Why I Am Contractually Obligated To Finish Writing a Novel
There is a reason why I am incredibly motivated to start writing again, and it’s not from some sense of impending doom or anything like that. I wish I could say it was completely on my own accord, but it’s not. It’s actually because of a free meal that I had last week.
Before I start the story—no, I didn’t dine and dash or steal the meal, someone actually let me eat for free. It actually happened on an outing with a friend in downtown Los Angeles. My friend, who is an architecture student, wanted to visit a few mixed-use buildings in downtown to get some ideas for her architecture project.
Her dad owned a few buildings in the area and she wanted to use his connections to view the plans of certain places and take tours of some of the loft and apartment structures to see the layouts. She asked me to tag along so that she wouldn’t have to go alone into the city, and we spent the majority of the day strolling around the city’s streets and playing giant chess on top of one of the apartment buildings. It was when we stopped to get something to eat at the Nickel diner when I was forced back into writing the novel that was just waiting in my head to be written.
My friend’s dad also owned the building that this popular restaurant was sitting in and my friend had a habit of eating there for free because she knew the owner. So when the owner came up to us after we finished our meal it was only natural for her to just take the bill and let us go without paying—but she didn’t. At least not right away.
She took the time to come over and catch up with my friend about her architecture projects and her random year upstate. They chatted light heartedly for a few minutes before they finished and the owner turned her attention to me.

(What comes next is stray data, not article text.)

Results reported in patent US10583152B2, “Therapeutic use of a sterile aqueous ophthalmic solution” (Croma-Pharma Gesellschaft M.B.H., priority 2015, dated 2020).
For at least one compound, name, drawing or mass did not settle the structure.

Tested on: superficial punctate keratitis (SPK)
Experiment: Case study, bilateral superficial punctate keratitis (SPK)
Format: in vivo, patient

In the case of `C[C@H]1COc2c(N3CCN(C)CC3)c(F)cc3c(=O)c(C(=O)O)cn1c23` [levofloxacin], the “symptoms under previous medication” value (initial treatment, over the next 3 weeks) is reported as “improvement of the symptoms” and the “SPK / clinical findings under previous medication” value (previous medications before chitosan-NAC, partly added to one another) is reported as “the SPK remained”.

“So—wait—how do you guys know each other again?” She said as she pointed to the both of us.
“I actually used to be an architecture student too,” I responded.
“So then what are you know then?”
“I’m an English major and a Journalism minor.”
“Really? You know I did the exact same thing when I was in school. I was an architecture student and then I switched to English,” she laughed at the odd coincidence, “but now I’m the owner of a restaurant. What made you switch?”
I told her about how I liked architecture but how practicing architecture wasn’t for me and that writing was really my passion. She asked me what I had read lately and which authors I was into and somehow the whole discussion spilled my secret of finishing a novel. When we were done with our conversation she stood up, grabbed the check, and turned to face me directly.
“If I’m covering this then you need to write your novel,” she held up the bill looking directly into my eyes.
“I will,” I said.
My friend and I thanked her for covering the meal and we said our goodbyes as she was shooing away filmmakers outside her building trying to film without a permit (only in L.A. right?) and we continued the rest of our day in downtown.
Now I know I’m not actually contractually obligated to finish writing my novel or anything, and that she most likely was just half joking, but the experience was an eye opening one. I had let dozens of elaborate stories sit in a totally trashed notebook for years without ever really touching it, and at the rate that I was going when I did pick it up from time to time I was probably going to finish the first one right before I keeled over.
Ever since then though I’ve found a time period before my day really begins when I can sit down with a cup of coffee or tea and just write. I’ve been putting this task of finishing any of my novel ideas for so long that the stacks of napkins and note paper with excerpts of various stories were making a mess all around my room, and now I am finally doing something about it. I wish I could have said that I was motivated by myself to get back into the swing of things again, but I really can’t. I don’t know why, but if it wasn’t for the free meal I probably would have never really started writing again.